Born To Bomb Queensland Graffiti 1985-92. Highlights from a Lowlife Book
Born To Bomb Queensland Graffiti 1985-92. Highlights from a Lowlife Book
Born To Bomb Queensland Graffiti 1985-92. Highlights from a Lowlife Book
Born To Bomb Queensland Graffiti 1985-92. Highlights from a Lowlife Book
Born To Bomb Queensland Graffiti 1985-92. Highlights from a Lowlife Book

Born To Bomb Queensland Graffiti 1985-92. Highlights from a Lowlife Book

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Born To Bomb Queensland Graffiti 1985-92. Highlights from a Lowlife.
Brand new book by Jason Dax Woodward.

This is a preorder as the book is at the printers and arrives January 1, 2022

252 pages. Full colour with over 625 photographs never before published.

Butter Beats is proud to present the first written history of Queensland Oldschool Graffiti. 252 pages, full colour with over 620 photographs never before published, straight from KASINO's huge graffiti archive. 

Photos and stories about and from Brisbane's original 80's graffiti pioneers such as TEZ - JAFA - HAMS - FURIOUS - SINISTAR - SCAPE - NICE - KASINO - RAVAGE - MALIS - TRAFIK and hundreds more.

Interviews with SCAPE, DJ KATCH, AROUZ, KOOLIE, DUPE and others.

Stories ranging from the first panels done in Brisbane to writers who did bank robberies, jail breaks to Brisbane's first wholecars. Over 56000 words in this books so plenty to look and and pretty to read.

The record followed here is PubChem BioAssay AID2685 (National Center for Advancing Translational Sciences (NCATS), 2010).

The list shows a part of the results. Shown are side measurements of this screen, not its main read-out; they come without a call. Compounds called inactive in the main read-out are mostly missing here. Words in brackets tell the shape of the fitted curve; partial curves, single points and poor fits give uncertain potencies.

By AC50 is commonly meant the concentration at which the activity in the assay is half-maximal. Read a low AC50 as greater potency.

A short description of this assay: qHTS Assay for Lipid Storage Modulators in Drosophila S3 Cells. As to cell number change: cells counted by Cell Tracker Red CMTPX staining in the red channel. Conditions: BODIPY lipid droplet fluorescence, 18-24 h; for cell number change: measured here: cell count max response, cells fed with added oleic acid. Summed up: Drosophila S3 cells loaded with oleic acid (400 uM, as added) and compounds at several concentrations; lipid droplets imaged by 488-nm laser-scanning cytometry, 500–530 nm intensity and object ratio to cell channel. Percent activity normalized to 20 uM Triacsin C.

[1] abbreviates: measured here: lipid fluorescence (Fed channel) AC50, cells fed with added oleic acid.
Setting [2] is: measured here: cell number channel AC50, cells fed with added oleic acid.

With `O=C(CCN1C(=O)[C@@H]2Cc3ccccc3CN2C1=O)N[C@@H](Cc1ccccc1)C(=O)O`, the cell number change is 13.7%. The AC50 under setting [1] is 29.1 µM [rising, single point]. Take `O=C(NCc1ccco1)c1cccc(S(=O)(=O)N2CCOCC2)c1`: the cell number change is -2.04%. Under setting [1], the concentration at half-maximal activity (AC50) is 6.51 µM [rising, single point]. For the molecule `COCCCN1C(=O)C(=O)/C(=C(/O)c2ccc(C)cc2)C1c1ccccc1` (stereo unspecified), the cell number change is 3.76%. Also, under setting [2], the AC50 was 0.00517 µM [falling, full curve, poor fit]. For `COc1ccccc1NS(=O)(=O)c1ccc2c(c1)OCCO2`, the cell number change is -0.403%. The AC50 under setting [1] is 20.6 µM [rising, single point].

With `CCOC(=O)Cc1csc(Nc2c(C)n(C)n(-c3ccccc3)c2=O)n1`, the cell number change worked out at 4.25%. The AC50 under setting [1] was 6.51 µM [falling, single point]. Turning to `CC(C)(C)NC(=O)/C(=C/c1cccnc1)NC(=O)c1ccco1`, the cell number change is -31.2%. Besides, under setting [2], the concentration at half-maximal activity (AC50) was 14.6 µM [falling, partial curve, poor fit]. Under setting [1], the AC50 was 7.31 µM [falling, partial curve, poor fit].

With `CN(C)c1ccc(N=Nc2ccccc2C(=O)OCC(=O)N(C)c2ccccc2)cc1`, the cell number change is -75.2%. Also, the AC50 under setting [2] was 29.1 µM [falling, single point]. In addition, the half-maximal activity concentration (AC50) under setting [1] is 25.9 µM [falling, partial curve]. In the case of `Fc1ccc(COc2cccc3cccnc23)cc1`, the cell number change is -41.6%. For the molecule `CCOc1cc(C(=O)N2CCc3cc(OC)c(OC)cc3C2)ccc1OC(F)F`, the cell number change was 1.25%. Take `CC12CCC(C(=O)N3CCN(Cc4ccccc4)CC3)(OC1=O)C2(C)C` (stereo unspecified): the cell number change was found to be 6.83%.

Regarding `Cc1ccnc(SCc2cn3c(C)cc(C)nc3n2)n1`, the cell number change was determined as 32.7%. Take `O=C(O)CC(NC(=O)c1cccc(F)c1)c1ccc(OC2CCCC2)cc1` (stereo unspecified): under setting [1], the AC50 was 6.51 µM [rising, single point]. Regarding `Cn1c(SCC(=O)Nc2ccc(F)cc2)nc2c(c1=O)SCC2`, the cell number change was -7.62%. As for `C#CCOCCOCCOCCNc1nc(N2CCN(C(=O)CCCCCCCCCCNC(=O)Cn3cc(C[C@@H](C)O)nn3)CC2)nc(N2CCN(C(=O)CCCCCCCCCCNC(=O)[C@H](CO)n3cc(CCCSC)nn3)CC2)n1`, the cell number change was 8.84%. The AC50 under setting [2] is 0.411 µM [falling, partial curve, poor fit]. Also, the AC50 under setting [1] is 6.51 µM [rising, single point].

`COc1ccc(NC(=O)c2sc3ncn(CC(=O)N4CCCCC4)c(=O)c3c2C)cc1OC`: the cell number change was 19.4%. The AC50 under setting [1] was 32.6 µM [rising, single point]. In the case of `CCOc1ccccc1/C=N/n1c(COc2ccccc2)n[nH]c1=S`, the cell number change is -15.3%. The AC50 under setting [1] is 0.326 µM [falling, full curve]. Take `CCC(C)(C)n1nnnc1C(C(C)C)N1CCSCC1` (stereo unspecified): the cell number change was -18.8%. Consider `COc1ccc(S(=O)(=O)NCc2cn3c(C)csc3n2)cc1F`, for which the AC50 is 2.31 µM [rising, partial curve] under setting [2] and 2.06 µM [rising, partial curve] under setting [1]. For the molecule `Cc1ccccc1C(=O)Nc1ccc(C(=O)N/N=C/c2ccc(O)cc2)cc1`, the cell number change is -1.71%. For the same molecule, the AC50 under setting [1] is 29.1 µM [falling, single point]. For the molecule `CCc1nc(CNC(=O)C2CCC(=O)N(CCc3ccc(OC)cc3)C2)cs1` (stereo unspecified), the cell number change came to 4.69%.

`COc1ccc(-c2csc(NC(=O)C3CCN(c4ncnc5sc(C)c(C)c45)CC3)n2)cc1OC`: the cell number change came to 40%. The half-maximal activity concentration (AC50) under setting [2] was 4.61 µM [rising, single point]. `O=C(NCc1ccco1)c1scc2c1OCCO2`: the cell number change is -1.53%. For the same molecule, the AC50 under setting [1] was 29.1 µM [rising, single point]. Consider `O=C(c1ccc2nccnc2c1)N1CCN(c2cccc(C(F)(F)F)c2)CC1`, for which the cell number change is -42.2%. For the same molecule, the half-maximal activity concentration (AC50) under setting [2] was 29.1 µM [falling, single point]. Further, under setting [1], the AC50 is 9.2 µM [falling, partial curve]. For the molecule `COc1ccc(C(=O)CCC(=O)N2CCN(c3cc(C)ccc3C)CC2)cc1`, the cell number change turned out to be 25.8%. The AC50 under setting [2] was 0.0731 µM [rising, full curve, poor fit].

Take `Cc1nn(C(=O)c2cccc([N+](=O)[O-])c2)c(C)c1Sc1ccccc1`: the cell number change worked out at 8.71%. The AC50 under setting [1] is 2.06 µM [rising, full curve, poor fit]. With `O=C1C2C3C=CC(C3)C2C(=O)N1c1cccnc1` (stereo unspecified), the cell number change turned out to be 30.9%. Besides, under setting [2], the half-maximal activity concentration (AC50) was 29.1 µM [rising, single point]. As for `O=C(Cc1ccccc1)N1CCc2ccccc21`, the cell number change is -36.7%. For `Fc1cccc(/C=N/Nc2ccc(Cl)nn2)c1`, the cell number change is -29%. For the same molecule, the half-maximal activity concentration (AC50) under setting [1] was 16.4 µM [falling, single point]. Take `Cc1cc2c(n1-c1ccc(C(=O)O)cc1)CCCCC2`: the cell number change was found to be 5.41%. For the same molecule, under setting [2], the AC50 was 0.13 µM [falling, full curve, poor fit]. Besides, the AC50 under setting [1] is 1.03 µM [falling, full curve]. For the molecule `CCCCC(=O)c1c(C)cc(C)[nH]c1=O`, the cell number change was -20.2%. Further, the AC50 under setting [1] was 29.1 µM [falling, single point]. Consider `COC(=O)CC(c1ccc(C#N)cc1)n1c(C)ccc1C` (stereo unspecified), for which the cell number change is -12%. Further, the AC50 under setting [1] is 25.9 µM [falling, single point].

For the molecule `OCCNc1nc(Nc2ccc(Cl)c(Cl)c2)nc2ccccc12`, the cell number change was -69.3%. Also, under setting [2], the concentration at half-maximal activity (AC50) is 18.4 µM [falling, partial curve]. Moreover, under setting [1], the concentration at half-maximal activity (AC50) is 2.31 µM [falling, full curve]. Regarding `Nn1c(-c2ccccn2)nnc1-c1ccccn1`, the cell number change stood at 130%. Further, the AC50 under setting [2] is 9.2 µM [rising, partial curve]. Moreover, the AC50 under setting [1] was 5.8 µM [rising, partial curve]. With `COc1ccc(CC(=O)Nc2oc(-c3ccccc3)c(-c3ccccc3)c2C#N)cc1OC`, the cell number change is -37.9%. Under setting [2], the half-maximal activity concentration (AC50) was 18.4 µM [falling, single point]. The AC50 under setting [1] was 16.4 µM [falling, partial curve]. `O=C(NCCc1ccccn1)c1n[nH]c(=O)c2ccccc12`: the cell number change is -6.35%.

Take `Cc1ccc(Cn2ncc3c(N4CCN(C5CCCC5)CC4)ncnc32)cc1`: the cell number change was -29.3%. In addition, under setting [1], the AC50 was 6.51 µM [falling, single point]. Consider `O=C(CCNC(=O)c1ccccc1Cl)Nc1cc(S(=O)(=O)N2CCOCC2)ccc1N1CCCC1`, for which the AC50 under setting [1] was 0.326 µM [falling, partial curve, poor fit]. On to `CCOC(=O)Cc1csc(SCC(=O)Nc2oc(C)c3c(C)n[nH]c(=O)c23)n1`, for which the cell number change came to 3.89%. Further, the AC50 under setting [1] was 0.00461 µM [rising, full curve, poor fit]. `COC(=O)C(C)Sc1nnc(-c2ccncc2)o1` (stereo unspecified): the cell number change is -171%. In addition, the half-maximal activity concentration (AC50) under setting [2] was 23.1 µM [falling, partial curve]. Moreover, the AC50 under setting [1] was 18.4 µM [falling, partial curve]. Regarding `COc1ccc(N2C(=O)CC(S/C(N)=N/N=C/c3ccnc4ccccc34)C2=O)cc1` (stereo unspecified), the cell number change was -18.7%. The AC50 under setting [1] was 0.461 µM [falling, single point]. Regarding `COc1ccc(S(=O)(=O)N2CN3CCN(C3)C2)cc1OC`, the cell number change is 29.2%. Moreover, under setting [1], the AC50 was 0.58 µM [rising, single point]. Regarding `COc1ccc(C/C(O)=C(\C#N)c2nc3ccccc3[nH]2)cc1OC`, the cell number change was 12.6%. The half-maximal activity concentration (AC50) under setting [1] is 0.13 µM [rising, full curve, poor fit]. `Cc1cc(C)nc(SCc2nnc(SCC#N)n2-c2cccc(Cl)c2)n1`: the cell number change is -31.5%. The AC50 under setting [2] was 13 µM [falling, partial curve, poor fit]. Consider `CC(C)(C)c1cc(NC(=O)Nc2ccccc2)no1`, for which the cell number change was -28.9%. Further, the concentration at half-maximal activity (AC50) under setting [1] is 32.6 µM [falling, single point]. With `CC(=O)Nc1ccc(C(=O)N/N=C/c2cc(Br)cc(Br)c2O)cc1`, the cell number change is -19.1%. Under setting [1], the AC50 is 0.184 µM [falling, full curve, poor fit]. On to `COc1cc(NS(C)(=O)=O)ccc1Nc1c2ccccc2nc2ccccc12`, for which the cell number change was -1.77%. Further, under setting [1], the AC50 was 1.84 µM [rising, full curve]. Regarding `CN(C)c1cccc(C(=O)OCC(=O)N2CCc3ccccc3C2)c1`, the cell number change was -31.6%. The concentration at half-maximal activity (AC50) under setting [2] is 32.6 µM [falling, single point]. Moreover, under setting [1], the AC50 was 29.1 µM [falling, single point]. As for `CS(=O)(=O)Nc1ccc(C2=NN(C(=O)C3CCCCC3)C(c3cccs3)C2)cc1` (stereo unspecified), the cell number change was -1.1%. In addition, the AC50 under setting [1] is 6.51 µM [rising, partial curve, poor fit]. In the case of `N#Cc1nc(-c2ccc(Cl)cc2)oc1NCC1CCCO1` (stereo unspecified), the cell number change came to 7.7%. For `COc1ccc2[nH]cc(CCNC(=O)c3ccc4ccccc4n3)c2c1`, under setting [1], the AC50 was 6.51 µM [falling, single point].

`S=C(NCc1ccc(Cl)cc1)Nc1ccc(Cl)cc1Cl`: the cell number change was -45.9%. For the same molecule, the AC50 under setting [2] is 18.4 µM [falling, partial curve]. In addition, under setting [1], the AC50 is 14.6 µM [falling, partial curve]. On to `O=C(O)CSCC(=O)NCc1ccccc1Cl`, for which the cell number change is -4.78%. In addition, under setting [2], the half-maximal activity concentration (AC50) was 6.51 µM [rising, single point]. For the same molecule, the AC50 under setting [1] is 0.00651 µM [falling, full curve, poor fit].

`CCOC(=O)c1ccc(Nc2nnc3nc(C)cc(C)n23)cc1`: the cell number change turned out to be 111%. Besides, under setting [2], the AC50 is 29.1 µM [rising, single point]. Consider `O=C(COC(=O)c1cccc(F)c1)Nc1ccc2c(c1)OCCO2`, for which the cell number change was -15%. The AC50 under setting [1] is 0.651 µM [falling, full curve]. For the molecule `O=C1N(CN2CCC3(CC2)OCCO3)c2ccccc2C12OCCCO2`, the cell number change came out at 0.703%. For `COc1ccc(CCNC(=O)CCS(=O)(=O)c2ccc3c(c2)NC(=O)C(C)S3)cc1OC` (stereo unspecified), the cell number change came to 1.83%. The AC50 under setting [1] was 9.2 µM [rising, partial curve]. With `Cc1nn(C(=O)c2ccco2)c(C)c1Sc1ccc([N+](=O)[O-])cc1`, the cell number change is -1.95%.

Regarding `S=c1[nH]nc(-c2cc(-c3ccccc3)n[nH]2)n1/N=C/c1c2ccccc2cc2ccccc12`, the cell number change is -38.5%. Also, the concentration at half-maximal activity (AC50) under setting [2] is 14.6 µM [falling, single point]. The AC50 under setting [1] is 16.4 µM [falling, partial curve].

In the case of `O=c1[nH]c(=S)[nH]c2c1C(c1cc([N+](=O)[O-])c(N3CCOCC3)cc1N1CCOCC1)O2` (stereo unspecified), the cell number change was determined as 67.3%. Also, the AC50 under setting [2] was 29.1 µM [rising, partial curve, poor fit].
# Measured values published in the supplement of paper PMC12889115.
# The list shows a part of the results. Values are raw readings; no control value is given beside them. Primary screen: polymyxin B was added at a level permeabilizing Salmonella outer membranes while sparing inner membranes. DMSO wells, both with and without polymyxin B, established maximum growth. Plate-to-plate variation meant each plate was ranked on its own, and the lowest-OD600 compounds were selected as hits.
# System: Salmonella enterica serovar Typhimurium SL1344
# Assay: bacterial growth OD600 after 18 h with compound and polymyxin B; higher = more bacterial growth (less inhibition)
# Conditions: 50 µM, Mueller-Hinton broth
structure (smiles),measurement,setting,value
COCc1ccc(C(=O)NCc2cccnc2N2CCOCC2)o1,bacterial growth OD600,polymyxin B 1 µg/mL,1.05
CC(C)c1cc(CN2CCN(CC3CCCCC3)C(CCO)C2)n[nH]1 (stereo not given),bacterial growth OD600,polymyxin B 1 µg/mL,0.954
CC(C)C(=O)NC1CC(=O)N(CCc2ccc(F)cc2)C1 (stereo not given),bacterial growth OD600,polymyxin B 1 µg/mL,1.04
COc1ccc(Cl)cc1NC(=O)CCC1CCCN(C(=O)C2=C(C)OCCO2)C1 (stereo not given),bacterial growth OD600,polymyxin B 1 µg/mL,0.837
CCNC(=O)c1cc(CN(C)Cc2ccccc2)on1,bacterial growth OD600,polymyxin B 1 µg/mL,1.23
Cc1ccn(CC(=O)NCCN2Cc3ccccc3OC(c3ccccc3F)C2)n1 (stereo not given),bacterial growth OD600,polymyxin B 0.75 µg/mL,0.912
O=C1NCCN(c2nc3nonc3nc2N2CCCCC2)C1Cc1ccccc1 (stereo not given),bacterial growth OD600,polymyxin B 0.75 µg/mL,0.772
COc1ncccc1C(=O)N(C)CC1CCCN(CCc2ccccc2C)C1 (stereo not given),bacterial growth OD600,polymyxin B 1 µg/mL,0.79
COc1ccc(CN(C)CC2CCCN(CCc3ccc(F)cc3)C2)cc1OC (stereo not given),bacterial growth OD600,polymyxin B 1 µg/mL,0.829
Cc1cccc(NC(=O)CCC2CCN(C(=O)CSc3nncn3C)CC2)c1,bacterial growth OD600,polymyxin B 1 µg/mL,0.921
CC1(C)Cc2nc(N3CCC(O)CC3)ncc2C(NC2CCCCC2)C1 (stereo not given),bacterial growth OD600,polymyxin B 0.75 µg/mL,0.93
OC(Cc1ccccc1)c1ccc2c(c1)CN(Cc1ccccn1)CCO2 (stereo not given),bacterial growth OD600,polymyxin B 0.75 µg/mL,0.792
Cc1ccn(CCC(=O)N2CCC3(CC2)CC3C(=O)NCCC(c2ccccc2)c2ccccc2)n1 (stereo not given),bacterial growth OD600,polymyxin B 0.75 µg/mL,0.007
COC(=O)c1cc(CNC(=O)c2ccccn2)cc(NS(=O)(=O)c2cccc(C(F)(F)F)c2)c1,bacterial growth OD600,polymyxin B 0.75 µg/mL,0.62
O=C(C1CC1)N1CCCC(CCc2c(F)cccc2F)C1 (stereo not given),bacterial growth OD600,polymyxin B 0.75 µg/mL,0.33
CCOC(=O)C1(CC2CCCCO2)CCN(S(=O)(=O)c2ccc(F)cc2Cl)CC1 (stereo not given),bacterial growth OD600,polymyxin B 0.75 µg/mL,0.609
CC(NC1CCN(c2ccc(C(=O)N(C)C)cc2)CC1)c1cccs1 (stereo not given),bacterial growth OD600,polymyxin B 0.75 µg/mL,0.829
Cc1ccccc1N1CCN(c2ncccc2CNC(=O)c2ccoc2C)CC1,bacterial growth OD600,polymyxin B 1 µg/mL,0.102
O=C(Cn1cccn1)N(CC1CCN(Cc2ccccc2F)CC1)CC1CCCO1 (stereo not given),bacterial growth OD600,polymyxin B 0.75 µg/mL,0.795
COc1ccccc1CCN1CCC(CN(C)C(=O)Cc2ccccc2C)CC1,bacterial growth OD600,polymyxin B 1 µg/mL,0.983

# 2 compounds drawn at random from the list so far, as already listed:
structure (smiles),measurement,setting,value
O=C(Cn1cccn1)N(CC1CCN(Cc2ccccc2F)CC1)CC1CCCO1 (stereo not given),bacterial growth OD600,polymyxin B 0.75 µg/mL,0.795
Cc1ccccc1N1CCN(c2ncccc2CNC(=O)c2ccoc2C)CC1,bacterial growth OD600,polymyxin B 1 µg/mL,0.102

Published by ONE EIGHT THREE.

First published 2021.
All rights reserved.
Copyright © Jason Dax Woodward, 2021.

ISBN: 978-0-9807755-4-9

Excerpt.. "These artistic but anti-social tendencies of N.Y.C. graffiti writers translated well throughout the western adolescent world and graffiti painting practice exploded around the world from 1982 onwards. Interestingly, as the N.Y.C. Mayor and Transit Chief were desperately trying to rid the Metropolitan Transit Authority of graffiti on its rail network, it was exploding everywhere else like a global virus. The impetus that took that graffiti writing movement from New York City, across the western world was largely young people emulating what they had seen in movies and music video clips coming out. Kids in Dortmund, Germany were just as likely to copy the breakers in the “Buffalo Girls” music video clip as a kid from Brisbane."